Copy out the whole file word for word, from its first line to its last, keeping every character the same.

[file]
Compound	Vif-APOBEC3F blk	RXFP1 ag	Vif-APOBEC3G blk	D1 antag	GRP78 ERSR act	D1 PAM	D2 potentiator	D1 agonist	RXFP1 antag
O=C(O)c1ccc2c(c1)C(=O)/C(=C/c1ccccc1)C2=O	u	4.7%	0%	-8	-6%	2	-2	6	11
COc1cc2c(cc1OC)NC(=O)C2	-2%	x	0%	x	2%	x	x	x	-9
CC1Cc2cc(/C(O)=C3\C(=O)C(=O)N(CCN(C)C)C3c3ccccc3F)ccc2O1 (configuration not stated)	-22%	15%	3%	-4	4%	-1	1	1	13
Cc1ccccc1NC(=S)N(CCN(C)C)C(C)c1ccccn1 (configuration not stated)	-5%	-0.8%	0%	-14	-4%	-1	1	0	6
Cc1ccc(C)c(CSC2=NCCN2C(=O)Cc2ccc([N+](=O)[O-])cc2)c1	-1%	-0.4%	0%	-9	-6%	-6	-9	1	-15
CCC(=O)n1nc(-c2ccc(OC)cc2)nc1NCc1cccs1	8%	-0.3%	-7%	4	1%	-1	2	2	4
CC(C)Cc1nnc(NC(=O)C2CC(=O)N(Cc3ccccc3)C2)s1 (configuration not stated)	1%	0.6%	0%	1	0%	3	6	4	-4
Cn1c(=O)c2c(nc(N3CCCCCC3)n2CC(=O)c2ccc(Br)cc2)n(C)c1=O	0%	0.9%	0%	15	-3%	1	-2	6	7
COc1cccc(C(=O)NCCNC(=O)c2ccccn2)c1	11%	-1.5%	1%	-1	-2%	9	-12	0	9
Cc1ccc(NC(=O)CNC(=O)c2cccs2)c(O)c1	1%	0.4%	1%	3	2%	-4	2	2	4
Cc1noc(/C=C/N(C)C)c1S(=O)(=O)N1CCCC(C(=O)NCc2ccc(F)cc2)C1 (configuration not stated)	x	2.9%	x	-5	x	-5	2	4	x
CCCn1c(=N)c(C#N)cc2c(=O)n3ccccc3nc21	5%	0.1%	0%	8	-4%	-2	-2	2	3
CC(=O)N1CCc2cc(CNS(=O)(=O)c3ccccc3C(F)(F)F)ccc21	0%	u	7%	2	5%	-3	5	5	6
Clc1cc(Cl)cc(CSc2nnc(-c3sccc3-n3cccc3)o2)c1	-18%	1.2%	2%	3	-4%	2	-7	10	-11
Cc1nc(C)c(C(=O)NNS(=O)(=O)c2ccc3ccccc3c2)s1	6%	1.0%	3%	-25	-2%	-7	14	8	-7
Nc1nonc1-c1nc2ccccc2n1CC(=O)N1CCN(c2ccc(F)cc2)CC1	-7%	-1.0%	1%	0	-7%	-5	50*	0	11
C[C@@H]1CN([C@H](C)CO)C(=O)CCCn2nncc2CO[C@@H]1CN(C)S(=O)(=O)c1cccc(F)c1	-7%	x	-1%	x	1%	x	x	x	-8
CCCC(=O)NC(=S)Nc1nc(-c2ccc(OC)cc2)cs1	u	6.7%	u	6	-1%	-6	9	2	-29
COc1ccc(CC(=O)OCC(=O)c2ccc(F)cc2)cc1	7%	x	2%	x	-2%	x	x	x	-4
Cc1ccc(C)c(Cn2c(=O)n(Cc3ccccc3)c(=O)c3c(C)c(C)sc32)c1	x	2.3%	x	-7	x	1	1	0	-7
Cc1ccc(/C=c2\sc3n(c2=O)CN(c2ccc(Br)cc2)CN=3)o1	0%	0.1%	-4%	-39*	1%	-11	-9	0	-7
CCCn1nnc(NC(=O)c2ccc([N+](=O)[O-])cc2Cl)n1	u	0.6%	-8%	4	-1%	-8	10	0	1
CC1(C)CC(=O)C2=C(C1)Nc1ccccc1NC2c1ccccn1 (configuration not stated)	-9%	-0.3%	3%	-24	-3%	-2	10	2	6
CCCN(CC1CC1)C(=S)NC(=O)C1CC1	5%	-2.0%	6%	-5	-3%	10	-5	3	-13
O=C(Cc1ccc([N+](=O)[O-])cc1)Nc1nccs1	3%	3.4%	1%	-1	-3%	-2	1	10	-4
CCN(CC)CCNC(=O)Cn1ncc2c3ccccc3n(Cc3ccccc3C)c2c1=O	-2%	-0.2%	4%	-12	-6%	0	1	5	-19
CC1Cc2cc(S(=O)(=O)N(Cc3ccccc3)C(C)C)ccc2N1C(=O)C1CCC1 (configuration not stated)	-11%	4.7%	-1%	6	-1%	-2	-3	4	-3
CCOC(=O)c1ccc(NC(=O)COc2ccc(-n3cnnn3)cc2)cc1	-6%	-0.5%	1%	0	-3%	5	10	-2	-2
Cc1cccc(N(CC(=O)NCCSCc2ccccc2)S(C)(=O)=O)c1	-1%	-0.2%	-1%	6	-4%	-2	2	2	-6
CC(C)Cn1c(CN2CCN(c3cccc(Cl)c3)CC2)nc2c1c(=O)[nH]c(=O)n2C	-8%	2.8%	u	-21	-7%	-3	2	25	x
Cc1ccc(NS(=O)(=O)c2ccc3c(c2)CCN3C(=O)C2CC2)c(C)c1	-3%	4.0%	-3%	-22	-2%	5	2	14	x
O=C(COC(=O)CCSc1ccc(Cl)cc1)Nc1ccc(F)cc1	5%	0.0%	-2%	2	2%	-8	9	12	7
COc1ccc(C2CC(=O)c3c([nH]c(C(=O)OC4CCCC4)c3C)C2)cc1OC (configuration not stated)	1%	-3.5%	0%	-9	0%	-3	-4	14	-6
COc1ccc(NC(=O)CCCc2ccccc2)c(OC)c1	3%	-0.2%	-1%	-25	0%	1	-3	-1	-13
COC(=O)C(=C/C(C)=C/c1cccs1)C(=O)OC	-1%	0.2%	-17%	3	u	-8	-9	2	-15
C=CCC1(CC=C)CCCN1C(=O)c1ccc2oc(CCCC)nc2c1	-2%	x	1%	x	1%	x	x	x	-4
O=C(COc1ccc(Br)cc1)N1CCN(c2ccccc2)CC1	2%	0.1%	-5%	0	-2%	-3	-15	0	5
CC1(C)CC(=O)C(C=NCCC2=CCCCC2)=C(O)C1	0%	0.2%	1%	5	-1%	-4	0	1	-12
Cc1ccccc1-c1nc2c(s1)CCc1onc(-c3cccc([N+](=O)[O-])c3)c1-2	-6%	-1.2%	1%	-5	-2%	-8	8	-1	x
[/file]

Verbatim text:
Compound	Vif-APOBEC3F blk	RXFP1 ag	Vif-APOBEC3G blk	D1 antag	GRP78 ERSR act	D1 PAM	D2 potentiator	D1 agonist	RXFP1 antag
O=C(O)c1ccc2c(c1)C(=O)/C(=C/c1ccccc1)C2=O	u	4.7%	0%	-8	-6%	2	-2	6	11
COc1cc2c(cc1OC)NC(=O)C2	-2%	x	0%	x	2%	x	x	x	-9
CC1Cc2cc(/C(O)=C3\C(=O)C(=O)N(CCN(C)C)C3c3ccccc3F)ccc2O1 (configuration not stated)	-22%	15%	3%	-4	4%	-1	1	1	13
Cc1ccccc1NC(=S)N(CCN(C)C)C(C)c1ccccn1 (configuration not stated)	-5%	-0.8%	0%	-14	-4%	-1	1	0	6
Cc1ccc(C)c(CSC2=NCCN2C(=O)Cc2ccc([N+](=O)[O-])cc2)c1	-1%	-0.4%	0%	-9	-6%	-6	-9	1	-15
CCC(=O)n1nc(-c2ccc(OC)cc2)nc1NCc1cccs1	8%	-0.3%	-7%	4	1%	-1	2	2	4
CC(C)Cc1nnc(NC(=O)C2CC(=O)N(Cc3ccccc3)C2)s1 (configuration not stated)	1%	0.6%	0%	1	0%	3	6	4	-4
Cn1c(=O)c2c(nc(N3CCCCCC3)n2CC(=O)c2ccc(Br)cc2)n(C)c1=O	0%	0.9%	0%	15	-3%	1	-2	6	7
COc1cccc(C(=O)NCCNC(=O)c2ccccn2)c1	11%	-1.5%	1%	-1	-2%	9	-12	0	9
Cc1ccc(NC(=O)CNC(=O)c2cccs2)c(O)c1	1%	0.4%	1%	3	2%	-4	2	2	4
Cc1noc(/C=C/N(C)C)c1S(=O)(=O)N1CCCC(C(=O)NCc2ccc(F)cc2)C1 (configuration not stated)	x	2.9%	x	-5	x	-5	2	4	x
CCCn1c(=N)c(C#N)cc2c(=O)n3ccccc3nc21	5%	0.1%	0%	8	-4%	-2	-2	2	3
CC(=O)N1CCc2cc(CNS(=O)(=O)c3ccccc3C(F)(F)F)ccc21	0%	u	7%	2	5%	-3	5	5	6
Clc1cc(Cl)cc(CSc2nnc(-c3sccc3-n3cccc3)o2)c1	-18%	1.2%	2%	3	-4%	2	-7	10	-11
Cc1nc(C)c(C(=O)NNS(=O)(=O)c2ccc3ccccc3c2)s1	6%	1.0%	3%	-25	-2%	-7	14	8	-7
Nc1nonc1-c1nc2ccccc2n1CC(=O)N1CCN(c2ccc(F)cc2)CC1	-7%	-1.0%	1%	0	-7%	-5	50*	0	11
C[C@@H]1CN([C@H](C)CO)C(=O)CCCn2nncc2CO[C@@H]1CN(C)S(=O)(=O)c1cccc(F)c1	-7%	x	-1%	x	1%	x	x	x	-8
CCCC(=O)NC(=S)Nc1nc(-c2ccc(OC)cc2)cs1	u	6.7%	u	6	-1%	-6	9	2	-29
COc1ccc(CC(=O)OCC(=O)c2ccc(F)cc2)cc1	7%	x	2%	x	-2%	x	x	x	-4
Cc1ccc(C)c(Cn2c(=O)n(Cc3ccccc3)c(=O)c3c(C)c(C)sc32)c1	x	2.3%	x	-7	x	1	1	0	-7
Cc1ccc(/C=c2\sc3n(c2=O)CN(c2ccc(Br)cc2)CN=3)o1	0%	0.1%	-4%	-39*	1%	-11	-9	0	-7
CCCn1nnc(NC(=O)c2ccc([N+](=O)[O-])cc2Cl)n1	u	0.6%	-8%	4	-1%	-8	10	0	1
CC1(C)CC(=O)C2=C(C1)Nc1ccccc1NC2c1ccccn1 (configuration not stated)	-9%	-0.3%	3%	-24	-3%	-2	10	2	6
CCCN(CC1CC1)C(=S)NC(=O)C1CC1	5%	-2.0%	6%	-5	-3%	10	-5	3	-13
O=C(Cc1ccc([N+](=O)[O-])cc1)Nc1nccs1	3%	3.4%	1%	-1	-3%	-2	1	10	-4
CCN(CC)CCNC(=O)Cn1ncc2c3ccccc3n(Cc3ccccc3C)c2c1=O	-2%	-0.2%	4%	-12	-6%	0	1	5	-19
CC1Cc2cc(S(=O)(=O)N(Cc3ccccc3)C(C)C)ccc2N1C(=O)C1CCC1 (configuration not stated)	-11%	4.7%	-1%	6	-1%	-2	-3	4	-3
CCOC(=O)c1ccc(NC(=O)COc2ccc(-n3cnnn3)cc2)cc1	-6%	-0.5%	1%	0	-3%	5	10	-2	-2
Cc1cccc(N(CC(=O)NCCSCc2ccccc2)S(C)(=O)=O)c1	-1%	-0.2%	-1%	6	-4%	-2	2	2	-6
CC(C)Cn1c(CN2CCN(c3cccc(Cl)c3)CC2)nc2c1c(=O)[nH]c(=O)n2C	-8%	2.8%	u	-21	-7%	-3	2	25	x
Cc1ccc(NS(=O)(=O)c2ccc3c(c2)CCN3C(=O)C2CC2)c(C)c1	-3%	4.0%	-3%	-22	-2%	5	2	14	x
O=C(COC(=O)CCSc1ccc(Cl)cc1)Nc1ccc(F)cc1	5%	0.0%	-2%	2	2%	-8	9	12	7
COc1ccc(C2CC(=O)c3c([nH]c(C(=O)OC4CCCC4)c3C)C2)cc1OC (configuration not stated)	1%	-3.5%	0%	-9	0%	-3	-4	14	-6
COc1ccc(NC(=O)CCCc2ccccc2)c(OC)c1	3%	-0.2%	-1%	-25	0%	1	-3	-1	-13
COC(=O)C(=C/C(C)=C/c1cccs1)C(=O)OC	-1%	0.2%	-17%	3	u	-8	-9	2	-15
C=CCC1(CC=C)CCCN1C(=O)c1ccc2oc(CCCC)nc2c1	-2%	x	1%	x	1%	x	x	x	-4
O=C(COc1ccc(Br)cc1)N1CCN(c2ccccc2)CC1	2%	0.1%	-5%	0	-2%	-3	-15	0	5
CC1(C)CC(=O)C(C=NCCC2=CCCCC2)=C(O)C1	0%	0.2%	1%	5	-1%	-4	0	1	-12
Cc1ccccc1-c1nc2c(s1)CCc1onc(-c3cccc([N+](=O)[O-])c3)c1-2	-6%	-1.2%	1%	-5	-2%	-8	8	-1	x